We've got some heavy-duty outdoorsmen in our neighborhood. Of all the outdoorsy types I've ever met, Keith Hillman is the most fascinated with nature. He claims that after he leaves this life, you better just assume that Moab is his because he "dibs-ed it." He was in charge of this little adventure that started at 5:30 in the morning on Thursday.
I don't know about the youth you know, but most 12-18 year olds don't even know the clock works at 5:30 in the morning. I was skeptical that anyone would show up—after all, I know the young men I work with. To my delight and great surprise, there were tons of youth that showed up at 5:30 in the morning!
You know those huge 14-passenger vans? We got 3 of them! We caravaned down with handheld radios in each vehicle. By the time we made it to Monticello, everybody had a call sign, which is not the same as a nickname.
Quick side note here. There are only a few rules of using a radio, and I made sure each of the youth understood basic radio etiquette: 1) no one uses anyone's real name...must be a call sign; 2) you acknowledge statements with 'acknowledged' or 'roger' or 'affirmative'; 3) you say 'over' when you're done speaking, and you don't say 'over, and out' unless you're turning off the radio. We could have done with a few other rules like don't play a song off your iPod over the radio...it sounds like crap. And... Well, that's the only one.
So we made it to the Monticello Temple, where the youth participated at the temple. That was a great experience.
From there, we traveled to Moab and set up camp.
We hit Corona Arch that evening and had an excellent discussion about "Staying on the Path," this year's theme. Feast your eyes on this. Amazing. Keith said it best, "Ya, people look around at this stuff and still have the gall to think there's no God? What's wrong with these people? I mean, look at this!"
We also spent some time in the water:
And yes, this is what you get when you've got a graphic designer working with youth: cool pictures. They were really fun to make.
Boys will be boys, of course, and we had some playful brawls on the beach:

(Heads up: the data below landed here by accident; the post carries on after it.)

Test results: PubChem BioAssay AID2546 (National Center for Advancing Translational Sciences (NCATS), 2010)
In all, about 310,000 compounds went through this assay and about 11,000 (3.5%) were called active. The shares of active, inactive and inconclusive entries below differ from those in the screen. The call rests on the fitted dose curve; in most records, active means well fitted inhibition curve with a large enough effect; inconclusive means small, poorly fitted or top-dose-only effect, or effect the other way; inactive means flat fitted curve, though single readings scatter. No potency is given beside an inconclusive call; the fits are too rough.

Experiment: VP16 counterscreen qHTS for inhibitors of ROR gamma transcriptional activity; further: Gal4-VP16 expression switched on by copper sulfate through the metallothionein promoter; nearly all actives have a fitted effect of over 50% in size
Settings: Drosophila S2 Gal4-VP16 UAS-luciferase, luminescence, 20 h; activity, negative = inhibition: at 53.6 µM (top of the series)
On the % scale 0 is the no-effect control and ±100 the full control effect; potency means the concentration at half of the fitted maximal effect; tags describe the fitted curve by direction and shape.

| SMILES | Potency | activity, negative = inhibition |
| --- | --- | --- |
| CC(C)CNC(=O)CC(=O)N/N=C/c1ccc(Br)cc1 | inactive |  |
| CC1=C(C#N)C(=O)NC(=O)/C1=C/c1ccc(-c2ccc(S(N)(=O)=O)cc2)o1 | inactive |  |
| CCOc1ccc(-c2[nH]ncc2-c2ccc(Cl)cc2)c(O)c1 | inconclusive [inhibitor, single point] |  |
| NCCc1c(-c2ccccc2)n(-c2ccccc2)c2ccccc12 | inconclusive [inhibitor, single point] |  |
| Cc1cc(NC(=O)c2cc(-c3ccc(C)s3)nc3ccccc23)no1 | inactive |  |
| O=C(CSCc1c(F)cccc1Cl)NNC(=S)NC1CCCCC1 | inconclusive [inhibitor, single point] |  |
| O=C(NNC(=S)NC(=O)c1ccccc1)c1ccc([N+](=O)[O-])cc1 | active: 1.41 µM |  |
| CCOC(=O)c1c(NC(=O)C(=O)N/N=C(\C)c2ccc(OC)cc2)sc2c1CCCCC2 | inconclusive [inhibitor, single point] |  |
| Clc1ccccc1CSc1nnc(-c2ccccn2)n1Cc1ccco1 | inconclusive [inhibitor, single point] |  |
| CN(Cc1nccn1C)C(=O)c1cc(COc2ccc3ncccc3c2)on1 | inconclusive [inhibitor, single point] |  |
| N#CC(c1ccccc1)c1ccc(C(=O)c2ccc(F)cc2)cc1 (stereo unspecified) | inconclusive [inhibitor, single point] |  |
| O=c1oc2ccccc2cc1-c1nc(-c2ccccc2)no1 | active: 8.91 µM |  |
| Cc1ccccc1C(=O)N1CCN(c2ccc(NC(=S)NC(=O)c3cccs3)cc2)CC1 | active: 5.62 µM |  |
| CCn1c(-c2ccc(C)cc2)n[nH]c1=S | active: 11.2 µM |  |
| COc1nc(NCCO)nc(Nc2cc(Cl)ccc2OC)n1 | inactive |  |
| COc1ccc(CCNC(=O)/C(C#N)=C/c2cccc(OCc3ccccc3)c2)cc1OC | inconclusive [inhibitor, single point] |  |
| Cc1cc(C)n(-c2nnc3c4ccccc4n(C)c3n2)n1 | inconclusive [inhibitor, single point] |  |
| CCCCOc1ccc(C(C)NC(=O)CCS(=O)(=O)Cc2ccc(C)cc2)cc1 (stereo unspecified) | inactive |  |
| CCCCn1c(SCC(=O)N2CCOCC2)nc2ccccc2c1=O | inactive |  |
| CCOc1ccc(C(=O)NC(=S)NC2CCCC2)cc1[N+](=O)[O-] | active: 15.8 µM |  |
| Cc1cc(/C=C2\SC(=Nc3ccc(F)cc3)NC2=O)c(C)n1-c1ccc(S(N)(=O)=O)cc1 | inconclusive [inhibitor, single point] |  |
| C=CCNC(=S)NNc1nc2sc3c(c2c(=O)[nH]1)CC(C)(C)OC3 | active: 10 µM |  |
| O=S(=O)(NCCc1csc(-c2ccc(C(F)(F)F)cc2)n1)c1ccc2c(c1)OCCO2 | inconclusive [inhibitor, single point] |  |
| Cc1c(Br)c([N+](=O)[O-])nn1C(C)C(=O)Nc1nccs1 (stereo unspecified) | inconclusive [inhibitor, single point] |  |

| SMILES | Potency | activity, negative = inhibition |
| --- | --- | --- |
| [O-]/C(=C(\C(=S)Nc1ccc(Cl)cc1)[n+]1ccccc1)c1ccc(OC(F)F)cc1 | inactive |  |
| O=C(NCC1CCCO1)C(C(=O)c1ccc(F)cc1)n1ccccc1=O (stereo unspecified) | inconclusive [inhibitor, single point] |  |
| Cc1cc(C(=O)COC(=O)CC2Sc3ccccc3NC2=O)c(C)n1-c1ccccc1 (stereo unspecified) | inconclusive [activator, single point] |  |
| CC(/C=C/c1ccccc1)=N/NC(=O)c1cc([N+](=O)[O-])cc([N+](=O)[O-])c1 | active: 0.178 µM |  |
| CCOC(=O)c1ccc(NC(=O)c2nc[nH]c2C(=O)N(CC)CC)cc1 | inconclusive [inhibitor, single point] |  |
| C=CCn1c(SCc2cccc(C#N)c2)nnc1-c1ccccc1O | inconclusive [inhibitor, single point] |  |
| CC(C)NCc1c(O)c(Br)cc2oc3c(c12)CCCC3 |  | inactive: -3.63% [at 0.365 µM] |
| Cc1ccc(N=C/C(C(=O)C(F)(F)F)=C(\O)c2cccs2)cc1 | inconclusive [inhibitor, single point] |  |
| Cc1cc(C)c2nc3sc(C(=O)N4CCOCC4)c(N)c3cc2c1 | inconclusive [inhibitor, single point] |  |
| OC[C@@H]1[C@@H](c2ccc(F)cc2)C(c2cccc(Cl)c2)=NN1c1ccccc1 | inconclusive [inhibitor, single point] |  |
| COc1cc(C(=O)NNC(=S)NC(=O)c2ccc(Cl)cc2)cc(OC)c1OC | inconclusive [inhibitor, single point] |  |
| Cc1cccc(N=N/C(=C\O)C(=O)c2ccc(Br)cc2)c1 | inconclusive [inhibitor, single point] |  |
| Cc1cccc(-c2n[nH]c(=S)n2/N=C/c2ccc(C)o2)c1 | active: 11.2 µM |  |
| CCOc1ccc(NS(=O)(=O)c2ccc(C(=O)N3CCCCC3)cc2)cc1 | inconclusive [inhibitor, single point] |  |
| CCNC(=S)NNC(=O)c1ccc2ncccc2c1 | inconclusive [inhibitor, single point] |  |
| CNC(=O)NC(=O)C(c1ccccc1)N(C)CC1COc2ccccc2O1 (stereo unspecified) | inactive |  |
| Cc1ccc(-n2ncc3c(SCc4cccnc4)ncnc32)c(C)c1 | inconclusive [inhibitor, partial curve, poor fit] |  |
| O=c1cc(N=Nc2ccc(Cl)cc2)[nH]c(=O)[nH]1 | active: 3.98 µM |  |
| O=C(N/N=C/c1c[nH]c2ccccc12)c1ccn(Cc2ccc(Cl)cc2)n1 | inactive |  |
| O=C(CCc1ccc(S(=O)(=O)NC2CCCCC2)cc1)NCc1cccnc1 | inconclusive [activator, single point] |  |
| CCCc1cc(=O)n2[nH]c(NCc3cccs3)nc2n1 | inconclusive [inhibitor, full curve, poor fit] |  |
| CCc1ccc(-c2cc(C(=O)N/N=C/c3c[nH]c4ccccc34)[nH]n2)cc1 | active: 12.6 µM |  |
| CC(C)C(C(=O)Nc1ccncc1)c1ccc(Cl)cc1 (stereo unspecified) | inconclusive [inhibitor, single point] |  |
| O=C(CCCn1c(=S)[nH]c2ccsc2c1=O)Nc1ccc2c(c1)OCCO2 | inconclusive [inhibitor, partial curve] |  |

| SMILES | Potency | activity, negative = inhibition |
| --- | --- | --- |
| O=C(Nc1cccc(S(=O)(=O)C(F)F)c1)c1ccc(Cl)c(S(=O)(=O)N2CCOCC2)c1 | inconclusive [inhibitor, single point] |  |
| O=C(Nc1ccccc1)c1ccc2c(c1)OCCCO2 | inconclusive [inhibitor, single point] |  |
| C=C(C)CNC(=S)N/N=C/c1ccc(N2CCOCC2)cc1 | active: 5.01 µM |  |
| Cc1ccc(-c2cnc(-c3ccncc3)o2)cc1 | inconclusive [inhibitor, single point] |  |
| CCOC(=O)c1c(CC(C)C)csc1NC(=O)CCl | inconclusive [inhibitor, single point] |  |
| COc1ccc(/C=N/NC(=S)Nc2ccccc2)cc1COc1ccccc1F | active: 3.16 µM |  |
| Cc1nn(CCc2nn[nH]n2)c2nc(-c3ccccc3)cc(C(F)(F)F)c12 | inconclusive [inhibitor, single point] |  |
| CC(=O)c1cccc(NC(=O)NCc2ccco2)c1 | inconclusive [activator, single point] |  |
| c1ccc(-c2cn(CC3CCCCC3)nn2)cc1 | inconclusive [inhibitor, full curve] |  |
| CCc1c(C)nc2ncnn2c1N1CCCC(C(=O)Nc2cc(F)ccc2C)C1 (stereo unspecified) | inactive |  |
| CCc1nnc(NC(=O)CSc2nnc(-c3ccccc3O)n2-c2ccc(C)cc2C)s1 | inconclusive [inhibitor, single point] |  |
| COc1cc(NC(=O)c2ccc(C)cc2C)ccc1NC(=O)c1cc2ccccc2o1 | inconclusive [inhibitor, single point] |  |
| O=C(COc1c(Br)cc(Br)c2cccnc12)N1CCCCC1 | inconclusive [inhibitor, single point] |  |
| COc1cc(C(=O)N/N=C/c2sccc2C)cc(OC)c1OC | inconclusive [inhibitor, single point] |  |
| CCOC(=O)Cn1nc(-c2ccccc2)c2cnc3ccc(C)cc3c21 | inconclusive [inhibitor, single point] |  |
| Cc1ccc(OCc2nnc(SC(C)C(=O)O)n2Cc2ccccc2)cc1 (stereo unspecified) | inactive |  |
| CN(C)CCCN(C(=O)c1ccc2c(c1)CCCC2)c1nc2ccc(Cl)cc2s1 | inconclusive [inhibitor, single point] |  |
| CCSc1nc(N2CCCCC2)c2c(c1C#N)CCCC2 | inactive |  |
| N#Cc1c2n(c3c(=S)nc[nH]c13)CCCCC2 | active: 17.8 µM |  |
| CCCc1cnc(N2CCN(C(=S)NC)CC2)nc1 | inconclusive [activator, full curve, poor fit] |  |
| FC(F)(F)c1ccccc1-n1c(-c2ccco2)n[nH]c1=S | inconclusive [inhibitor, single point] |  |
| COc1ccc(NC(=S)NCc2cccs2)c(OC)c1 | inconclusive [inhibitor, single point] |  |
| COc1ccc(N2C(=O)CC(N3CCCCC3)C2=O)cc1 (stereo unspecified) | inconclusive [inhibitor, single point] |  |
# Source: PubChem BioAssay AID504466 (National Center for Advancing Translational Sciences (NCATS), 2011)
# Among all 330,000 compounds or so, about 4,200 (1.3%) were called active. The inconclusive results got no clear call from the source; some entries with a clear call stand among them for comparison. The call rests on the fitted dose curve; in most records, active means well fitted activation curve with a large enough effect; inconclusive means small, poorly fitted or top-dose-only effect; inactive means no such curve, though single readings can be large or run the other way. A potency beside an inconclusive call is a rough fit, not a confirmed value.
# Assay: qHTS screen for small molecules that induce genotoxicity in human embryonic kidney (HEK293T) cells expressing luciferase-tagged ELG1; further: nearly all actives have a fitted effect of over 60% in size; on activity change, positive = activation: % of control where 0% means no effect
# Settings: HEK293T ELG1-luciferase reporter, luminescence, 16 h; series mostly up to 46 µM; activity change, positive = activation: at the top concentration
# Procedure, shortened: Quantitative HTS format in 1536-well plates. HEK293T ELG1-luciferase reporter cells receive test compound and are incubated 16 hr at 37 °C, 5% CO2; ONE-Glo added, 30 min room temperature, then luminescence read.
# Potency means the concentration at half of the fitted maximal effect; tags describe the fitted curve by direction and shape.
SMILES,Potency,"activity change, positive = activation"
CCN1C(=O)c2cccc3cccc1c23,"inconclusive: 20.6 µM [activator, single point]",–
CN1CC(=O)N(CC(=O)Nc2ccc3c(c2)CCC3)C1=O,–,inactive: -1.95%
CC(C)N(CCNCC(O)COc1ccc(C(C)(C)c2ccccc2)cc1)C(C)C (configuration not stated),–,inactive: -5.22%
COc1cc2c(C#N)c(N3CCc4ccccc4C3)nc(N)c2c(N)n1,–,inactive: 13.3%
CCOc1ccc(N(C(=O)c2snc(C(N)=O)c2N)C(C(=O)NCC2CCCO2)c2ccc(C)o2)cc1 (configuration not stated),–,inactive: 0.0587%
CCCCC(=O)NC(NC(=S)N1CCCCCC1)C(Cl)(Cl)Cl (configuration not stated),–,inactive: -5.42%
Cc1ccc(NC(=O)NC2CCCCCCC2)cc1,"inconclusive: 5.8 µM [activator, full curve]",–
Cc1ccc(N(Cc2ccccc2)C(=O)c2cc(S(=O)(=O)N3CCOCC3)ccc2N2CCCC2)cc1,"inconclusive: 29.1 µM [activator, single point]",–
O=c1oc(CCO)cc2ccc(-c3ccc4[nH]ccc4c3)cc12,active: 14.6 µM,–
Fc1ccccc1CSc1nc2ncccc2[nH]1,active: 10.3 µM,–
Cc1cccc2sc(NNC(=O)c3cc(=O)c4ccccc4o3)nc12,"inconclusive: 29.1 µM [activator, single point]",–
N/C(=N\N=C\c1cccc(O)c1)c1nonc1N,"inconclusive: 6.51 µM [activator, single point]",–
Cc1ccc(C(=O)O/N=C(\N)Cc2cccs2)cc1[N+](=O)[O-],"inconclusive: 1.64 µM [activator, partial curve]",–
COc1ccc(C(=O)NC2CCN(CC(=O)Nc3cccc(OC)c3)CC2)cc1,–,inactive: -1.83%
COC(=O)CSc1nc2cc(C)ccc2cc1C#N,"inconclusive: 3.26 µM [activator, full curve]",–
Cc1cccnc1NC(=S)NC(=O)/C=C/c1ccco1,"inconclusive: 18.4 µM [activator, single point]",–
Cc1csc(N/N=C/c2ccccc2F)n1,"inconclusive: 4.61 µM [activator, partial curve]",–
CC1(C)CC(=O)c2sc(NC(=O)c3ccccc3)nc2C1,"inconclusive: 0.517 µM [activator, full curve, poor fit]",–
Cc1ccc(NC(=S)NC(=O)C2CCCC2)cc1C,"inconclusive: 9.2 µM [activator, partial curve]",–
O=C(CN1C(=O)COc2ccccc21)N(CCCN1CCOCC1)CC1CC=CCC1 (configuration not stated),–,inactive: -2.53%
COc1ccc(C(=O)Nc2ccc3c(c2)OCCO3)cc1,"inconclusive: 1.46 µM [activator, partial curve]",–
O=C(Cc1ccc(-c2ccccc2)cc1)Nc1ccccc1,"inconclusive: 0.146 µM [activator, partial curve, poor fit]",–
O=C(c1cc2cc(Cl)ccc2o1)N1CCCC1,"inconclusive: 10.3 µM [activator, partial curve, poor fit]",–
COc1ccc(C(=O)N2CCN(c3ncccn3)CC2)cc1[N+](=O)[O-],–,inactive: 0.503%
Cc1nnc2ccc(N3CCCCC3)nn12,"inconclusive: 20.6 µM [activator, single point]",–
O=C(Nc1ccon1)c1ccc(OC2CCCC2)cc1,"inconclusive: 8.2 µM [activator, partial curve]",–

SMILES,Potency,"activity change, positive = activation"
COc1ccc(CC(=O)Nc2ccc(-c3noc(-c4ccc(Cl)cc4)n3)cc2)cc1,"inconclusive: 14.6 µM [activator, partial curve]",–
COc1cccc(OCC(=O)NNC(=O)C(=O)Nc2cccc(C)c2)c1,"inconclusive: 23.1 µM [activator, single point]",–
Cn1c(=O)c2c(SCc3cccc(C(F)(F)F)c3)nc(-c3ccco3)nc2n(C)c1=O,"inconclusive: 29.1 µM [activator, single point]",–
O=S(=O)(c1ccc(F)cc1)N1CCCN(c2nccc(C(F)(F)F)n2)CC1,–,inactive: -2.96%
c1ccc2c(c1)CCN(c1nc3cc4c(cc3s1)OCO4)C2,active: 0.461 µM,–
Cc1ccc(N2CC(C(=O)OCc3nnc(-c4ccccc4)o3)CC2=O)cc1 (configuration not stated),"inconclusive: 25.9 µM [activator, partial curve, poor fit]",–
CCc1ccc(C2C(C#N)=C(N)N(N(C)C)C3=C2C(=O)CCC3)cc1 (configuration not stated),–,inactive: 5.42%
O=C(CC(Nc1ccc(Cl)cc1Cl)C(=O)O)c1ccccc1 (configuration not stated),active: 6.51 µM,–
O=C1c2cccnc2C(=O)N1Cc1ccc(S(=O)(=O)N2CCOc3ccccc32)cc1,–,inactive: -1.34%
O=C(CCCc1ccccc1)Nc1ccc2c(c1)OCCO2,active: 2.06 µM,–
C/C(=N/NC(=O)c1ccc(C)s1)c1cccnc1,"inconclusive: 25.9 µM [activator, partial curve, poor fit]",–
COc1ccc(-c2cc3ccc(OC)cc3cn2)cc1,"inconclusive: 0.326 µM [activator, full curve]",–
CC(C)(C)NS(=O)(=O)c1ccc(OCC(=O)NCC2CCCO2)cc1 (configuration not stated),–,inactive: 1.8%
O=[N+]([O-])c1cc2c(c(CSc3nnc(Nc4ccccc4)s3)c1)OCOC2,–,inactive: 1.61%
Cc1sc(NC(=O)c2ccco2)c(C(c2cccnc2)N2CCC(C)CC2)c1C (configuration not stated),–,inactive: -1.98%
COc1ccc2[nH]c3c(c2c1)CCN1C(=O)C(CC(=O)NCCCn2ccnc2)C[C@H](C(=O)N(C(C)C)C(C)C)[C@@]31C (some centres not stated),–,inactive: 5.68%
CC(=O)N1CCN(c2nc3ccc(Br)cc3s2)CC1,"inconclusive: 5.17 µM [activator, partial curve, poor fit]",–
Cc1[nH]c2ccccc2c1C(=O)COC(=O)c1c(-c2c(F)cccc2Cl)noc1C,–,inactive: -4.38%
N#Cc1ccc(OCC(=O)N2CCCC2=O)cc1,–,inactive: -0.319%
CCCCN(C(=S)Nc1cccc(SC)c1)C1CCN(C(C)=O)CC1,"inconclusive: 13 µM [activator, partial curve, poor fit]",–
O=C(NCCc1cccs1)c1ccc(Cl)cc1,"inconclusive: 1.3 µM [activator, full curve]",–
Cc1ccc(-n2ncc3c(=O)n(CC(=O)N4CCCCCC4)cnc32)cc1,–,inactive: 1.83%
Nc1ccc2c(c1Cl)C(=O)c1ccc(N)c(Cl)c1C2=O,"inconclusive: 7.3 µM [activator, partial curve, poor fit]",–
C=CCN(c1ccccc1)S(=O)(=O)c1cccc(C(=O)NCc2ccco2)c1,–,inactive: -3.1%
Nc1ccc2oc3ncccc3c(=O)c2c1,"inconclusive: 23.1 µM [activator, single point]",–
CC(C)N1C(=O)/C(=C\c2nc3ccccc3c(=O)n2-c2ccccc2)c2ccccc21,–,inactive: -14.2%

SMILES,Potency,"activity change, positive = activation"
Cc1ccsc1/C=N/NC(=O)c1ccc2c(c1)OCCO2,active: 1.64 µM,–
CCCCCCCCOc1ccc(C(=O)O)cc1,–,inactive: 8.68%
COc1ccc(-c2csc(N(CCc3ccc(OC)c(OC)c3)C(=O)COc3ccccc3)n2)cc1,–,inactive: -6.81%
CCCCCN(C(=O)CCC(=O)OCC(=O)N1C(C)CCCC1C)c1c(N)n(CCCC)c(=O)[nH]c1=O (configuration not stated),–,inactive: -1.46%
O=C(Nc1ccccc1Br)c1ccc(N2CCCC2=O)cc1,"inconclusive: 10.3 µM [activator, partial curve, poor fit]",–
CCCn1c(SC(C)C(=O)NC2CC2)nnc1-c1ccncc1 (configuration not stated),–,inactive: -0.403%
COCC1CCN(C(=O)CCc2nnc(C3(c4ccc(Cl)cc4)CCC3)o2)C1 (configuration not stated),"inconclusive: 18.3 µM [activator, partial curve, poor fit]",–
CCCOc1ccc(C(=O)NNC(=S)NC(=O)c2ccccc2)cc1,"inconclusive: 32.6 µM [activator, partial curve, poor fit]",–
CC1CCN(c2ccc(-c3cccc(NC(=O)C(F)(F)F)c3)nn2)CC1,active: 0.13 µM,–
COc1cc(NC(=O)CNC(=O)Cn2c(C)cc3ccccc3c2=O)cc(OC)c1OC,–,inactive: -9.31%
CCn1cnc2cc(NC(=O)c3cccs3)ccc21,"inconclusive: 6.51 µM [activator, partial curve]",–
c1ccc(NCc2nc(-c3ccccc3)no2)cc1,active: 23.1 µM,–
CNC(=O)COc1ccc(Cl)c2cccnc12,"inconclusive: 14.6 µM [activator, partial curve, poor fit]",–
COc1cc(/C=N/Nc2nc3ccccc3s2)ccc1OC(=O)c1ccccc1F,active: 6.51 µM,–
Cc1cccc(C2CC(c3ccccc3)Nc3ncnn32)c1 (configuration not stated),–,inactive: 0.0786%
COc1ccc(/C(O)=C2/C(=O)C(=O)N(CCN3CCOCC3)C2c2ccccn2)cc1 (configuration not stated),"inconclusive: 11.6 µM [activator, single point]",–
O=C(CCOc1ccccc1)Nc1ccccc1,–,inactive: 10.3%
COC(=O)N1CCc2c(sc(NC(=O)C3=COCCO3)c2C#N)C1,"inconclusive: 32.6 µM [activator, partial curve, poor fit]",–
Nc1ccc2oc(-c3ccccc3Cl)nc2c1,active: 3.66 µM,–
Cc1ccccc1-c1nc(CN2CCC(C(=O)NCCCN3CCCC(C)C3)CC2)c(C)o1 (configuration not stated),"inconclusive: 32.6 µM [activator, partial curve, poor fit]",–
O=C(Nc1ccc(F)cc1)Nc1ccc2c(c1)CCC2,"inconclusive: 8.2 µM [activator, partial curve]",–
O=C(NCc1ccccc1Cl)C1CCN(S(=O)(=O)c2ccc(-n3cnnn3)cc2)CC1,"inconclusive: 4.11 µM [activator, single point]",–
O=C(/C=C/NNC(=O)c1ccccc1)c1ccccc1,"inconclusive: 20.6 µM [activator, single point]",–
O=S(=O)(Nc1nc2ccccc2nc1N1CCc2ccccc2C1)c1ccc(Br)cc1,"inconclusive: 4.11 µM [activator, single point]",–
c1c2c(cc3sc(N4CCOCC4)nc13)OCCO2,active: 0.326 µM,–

The next day got a little messed up for my sub group. The plan was that small groups would head off at all points of the compass and do some hiking, rappelling, swimming, etc. Our group was a little complicated because our hike was only 30 minutes long and we needed to be out all morning. We made the most of it. This is Moon Flower Canyon.
Here I am, working with the youth. I'm helping them cool off from the Moab heat. What better way than sticking your head in the moon pond? Hahahaha.
We were supposed to meet back at Arches National Park to go rappelling in the late morning. There's a little staging parking lot that has signs posted all over: "10-Minute Parking."
We stayed about 2 hours before we really figured that our rendezvous wasn't going to happen. So we made for camp, and figured we'd catch up with Keith later. Turns out he had some trepidation from some of the less experienced rappellers that were less keen on jumping off cliffs. His 3-hour tour turned into 6.
We were ok, though. I decided I'd throw a bunch of the other youth in the Colorado River. That sounded like fun to me!
Keith vowed he'd make it up to us by taking us to Dragonfly later that afternoon. What a treat. He warned us in advance not to take electronics of any kind, wear stuff you can get wet in, and be ready for a long hike. We spent the next 4 hours grinning like hyenas. It was spectacular! This is why you don't take electronics (Not my picture, since I didn't bring my camera.)
Here's the panorama I snapped as we were departing the van en route to Dragonfly Canyon. Of course you can't see the canyon itself, but it's dead ahead in the middle of this shot.
The next morning we found our way back to Arches National Park to have a gander at Delicate Arch, the definitively iconic arch. If you've seen a Utah license plate, you've seen this arch. But, that's not the same as seeing it in person.
Well worth the 45-minute hike to get there.
With Delicate Arch checked off the list, it was time to head home. We struck camp, packed the vans, and cruised out to the freeway, leaving Moab in the rear-view mirror. It'll be there when we come back, well, at least when Keith's ready to go again.